(Bloomberg) -- Ghana’s government is in talks over a loan of about $3 billion from the International Monetary Fund, according to two people familiar with the matter.
The amount is double what the West African nation was considering a month ago as it tries to shore up its finances and win back access to global markets. The funding would be provided over three years, the people said, asking not to be identified because the talks are still in progress and public announcements have not been made.
Calls to a finance ministry spokeswoman didn’t connect.
“Since negotiations for the program are starting now, it’s too early to comment on the final form the program will take,” an IMF spokeswoman said in an emailed response. “The Extended Credit Facility for low-income countries is the Fund’s main tool for medium-term support for countries facing protracted balance of payments problems, similar to Ghana’s. The duration of such an arrangement is between three to four years, and extendable to five years.”
The final program is ultimately decided by the IMF’s Executive Board, she said.
The government began discussions with the Washington-based multilateral lender last month, reversing a pledge by President Nana Akufo-Addo’s administration not to seek a financial program from the IMF. Ghana has been battling to stabilize a debt pile that increased to 78.3% of gross domestic product at the end of June from 62.5% five years ago.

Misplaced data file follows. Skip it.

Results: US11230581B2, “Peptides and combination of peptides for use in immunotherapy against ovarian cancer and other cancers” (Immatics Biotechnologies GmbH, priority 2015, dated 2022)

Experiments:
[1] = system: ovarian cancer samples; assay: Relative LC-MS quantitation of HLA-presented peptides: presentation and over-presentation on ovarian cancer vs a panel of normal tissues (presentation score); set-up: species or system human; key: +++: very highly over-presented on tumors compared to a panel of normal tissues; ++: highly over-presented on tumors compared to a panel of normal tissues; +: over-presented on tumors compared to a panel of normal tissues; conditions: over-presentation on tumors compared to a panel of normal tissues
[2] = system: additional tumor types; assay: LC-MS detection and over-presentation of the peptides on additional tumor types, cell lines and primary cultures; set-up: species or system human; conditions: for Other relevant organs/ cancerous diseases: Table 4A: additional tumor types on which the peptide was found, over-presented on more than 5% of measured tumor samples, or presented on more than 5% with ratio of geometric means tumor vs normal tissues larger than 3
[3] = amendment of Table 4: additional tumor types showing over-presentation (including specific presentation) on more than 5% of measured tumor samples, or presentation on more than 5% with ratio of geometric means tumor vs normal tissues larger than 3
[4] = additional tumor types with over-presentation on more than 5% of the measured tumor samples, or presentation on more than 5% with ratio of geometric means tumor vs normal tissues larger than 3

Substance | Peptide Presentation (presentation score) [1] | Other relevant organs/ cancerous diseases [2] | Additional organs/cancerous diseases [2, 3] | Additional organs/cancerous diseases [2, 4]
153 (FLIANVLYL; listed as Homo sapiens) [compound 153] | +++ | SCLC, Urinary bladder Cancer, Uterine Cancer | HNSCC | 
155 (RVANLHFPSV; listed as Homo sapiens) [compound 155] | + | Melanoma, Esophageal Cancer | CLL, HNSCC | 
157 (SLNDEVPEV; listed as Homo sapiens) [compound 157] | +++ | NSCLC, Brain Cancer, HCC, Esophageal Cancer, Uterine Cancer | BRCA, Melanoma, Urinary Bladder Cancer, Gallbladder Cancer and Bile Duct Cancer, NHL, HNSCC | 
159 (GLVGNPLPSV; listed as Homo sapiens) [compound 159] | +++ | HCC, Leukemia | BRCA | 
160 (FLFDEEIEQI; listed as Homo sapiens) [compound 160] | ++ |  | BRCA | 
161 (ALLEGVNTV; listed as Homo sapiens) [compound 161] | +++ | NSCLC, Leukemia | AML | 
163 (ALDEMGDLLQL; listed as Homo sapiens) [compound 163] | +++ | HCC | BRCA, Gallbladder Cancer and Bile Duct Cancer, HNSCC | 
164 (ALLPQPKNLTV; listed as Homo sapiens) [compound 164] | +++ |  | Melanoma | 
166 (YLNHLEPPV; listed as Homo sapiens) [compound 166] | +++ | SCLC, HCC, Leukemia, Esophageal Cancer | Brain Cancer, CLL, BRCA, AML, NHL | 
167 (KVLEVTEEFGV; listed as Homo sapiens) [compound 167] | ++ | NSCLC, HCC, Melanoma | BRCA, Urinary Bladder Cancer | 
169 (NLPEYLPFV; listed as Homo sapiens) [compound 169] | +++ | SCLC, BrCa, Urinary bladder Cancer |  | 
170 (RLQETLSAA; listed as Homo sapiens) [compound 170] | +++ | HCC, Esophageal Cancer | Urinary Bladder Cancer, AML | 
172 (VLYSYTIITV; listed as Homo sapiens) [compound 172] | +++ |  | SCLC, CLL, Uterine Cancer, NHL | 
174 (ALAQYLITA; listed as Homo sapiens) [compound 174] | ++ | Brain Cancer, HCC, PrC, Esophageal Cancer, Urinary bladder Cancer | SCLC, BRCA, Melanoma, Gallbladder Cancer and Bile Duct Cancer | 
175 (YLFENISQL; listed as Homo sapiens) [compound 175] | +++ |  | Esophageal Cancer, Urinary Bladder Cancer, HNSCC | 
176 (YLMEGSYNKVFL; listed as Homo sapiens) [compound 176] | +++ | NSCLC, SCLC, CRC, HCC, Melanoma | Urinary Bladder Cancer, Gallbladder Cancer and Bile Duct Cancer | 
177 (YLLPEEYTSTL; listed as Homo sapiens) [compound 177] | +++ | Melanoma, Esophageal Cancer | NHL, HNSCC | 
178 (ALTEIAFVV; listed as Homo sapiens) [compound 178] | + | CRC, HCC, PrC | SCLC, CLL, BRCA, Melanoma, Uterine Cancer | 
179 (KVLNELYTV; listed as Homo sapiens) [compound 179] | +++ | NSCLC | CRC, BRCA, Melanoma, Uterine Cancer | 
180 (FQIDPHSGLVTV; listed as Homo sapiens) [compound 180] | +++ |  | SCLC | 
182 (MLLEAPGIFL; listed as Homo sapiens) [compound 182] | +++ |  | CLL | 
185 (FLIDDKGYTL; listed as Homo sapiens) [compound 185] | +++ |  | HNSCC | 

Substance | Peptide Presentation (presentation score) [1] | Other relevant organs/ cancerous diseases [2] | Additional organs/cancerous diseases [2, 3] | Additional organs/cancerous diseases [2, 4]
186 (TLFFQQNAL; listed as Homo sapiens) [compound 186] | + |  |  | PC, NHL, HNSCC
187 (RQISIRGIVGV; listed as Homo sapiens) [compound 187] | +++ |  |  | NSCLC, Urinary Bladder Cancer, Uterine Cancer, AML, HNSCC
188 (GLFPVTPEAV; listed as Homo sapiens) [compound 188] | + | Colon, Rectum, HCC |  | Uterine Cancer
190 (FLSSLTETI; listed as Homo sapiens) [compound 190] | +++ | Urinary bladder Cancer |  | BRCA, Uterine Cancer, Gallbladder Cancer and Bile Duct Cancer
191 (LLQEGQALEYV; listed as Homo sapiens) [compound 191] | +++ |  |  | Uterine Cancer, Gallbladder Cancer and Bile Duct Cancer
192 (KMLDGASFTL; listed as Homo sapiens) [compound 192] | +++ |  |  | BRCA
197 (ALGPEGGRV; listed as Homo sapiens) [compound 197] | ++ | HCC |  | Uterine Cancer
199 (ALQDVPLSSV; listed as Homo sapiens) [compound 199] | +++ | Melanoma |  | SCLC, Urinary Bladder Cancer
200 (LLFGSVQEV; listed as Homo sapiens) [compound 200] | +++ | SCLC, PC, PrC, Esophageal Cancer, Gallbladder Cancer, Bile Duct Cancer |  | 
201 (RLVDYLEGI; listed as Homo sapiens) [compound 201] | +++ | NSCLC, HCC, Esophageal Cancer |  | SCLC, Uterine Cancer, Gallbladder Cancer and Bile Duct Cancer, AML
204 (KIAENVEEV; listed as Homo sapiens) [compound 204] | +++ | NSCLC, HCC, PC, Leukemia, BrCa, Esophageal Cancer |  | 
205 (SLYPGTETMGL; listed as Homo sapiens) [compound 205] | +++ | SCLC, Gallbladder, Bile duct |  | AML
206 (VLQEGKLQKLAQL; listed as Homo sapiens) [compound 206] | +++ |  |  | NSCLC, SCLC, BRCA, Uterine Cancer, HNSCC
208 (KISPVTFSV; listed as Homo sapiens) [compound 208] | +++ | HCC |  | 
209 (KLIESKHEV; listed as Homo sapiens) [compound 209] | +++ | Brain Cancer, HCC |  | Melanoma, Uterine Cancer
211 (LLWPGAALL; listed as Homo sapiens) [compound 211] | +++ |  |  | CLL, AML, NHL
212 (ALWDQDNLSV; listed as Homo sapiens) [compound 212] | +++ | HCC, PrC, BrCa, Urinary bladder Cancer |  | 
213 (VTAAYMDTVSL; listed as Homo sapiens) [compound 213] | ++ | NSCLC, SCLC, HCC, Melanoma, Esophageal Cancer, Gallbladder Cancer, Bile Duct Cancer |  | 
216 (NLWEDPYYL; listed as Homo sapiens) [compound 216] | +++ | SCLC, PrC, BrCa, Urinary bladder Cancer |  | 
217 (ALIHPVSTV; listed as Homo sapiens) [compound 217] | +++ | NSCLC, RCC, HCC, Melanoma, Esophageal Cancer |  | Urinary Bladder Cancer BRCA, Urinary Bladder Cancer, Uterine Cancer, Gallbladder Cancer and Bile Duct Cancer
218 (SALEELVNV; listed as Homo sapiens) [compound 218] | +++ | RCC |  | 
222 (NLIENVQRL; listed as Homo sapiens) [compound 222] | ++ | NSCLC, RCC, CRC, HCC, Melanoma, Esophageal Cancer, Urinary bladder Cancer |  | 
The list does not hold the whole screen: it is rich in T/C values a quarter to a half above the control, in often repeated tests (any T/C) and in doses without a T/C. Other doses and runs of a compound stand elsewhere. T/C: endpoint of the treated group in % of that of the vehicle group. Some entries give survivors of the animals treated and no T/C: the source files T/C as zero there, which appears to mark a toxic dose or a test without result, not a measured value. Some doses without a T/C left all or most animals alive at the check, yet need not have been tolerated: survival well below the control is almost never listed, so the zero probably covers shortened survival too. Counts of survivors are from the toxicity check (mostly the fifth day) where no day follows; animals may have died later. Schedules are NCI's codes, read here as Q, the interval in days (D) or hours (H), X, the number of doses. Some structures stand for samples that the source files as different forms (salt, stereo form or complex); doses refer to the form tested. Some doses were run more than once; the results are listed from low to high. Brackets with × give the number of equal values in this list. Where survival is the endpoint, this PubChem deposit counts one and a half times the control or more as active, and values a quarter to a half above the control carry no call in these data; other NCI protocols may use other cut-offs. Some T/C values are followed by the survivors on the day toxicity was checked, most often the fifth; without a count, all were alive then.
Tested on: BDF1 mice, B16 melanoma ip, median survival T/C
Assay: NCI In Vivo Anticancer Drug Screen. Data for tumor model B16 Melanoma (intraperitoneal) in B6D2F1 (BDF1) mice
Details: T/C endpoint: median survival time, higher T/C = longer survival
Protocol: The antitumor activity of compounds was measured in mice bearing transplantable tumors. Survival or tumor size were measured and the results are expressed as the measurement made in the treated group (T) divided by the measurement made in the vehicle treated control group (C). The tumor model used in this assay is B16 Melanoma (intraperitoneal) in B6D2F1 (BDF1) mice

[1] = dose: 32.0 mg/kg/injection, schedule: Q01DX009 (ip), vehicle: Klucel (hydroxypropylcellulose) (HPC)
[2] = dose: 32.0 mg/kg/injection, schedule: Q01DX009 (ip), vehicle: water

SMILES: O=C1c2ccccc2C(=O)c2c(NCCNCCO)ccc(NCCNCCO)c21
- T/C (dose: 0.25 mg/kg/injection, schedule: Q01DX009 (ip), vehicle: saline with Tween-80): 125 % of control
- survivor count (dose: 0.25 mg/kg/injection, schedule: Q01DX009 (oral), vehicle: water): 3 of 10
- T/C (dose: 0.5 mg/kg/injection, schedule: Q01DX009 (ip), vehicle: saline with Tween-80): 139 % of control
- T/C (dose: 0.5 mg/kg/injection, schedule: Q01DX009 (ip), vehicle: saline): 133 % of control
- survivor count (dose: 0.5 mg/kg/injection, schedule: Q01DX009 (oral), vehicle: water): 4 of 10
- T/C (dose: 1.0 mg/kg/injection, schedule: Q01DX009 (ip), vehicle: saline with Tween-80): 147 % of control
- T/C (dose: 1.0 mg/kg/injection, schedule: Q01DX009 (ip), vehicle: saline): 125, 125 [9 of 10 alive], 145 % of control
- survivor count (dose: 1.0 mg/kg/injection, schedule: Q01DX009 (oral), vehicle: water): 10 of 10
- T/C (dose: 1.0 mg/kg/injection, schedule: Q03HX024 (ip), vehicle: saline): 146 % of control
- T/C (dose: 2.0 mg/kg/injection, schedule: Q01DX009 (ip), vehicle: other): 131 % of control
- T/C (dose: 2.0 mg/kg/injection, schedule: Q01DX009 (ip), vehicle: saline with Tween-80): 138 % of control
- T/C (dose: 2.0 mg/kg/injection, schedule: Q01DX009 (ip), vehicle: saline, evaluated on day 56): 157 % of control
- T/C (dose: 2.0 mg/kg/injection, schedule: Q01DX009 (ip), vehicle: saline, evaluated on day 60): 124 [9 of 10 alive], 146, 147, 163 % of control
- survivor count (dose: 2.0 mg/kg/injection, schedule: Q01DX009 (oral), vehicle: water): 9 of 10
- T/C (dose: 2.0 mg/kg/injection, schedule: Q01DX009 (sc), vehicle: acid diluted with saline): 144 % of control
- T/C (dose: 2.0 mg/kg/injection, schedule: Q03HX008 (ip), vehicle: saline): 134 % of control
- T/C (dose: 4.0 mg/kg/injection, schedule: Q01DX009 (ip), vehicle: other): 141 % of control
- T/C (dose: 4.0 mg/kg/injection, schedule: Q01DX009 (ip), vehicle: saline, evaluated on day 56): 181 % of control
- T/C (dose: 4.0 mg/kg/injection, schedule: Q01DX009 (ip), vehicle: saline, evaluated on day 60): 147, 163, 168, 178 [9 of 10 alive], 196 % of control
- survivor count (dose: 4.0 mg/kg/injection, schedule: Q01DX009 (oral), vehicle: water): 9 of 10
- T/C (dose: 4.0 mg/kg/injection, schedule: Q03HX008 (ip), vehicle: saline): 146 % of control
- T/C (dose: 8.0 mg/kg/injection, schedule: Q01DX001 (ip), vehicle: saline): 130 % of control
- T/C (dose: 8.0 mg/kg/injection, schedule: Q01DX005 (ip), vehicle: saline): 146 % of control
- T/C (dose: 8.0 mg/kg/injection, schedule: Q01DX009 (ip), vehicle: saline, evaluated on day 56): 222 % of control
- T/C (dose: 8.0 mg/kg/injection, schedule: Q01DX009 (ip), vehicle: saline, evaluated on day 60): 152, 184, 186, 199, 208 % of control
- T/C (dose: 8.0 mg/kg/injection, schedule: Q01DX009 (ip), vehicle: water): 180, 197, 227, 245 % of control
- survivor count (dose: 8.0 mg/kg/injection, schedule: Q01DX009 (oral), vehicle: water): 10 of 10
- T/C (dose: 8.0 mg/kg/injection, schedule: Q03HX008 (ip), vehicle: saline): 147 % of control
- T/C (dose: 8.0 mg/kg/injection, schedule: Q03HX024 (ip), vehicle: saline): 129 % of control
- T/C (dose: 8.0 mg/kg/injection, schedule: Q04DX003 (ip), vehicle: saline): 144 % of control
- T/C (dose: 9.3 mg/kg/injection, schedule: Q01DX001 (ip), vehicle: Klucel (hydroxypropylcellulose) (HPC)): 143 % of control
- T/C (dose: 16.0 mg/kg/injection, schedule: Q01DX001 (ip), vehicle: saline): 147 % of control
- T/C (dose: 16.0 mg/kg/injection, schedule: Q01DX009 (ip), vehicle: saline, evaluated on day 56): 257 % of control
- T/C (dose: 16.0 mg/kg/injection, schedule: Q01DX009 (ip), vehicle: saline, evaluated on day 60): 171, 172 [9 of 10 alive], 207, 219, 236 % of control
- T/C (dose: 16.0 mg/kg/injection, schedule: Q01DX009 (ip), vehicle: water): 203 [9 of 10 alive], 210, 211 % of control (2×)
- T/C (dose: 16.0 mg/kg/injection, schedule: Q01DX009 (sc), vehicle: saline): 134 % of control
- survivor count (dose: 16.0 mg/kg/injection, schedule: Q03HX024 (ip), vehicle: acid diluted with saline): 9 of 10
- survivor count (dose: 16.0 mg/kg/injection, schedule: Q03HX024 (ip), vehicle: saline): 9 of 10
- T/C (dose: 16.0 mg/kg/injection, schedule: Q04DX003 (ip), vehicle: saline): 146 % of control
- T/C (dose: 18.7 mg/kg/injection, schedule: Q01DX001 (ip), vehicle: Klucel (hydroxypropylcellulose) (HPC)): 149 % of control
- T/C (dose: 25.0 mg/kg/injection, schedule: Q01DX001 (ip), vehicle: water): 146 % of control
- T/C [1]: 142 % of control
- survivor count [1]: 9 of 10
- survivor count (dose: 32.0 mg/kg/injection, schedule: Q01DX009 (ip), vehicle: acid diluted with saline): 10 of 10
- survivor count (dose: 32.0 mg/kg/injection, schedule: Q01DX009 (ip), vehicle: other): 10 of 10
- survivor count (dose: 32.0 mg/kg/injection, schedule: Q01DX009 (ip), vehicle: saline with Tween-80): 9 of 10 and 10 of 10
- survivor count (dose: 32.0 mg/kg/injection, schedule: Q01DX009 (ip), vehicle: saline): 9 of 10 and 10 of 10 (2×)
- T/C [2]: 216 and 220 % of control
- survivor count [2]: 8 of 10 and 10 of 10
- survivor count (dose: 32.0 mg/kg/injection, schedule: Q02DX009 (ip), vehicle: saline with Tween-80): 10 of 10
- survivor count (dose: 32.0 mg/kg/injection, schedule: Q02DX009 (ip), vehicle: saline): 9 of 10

S&P Global Ratings last week became the latest ratings company to cut its assessment of Ghana’s ability to repay its debt, downgrading its rating by one notch to CCC+, seven levels below investment grade, and changing the outlook to negative from stable. Moody’s Investors Service lowered Ghana’s long-term debt one step deeper into junk territory to Caa1 on Feb. 4, following Fitch Ratings, which cut Ghana’s rating a month earlier to B- from B.
(Adds IMF response in third paragraph.)
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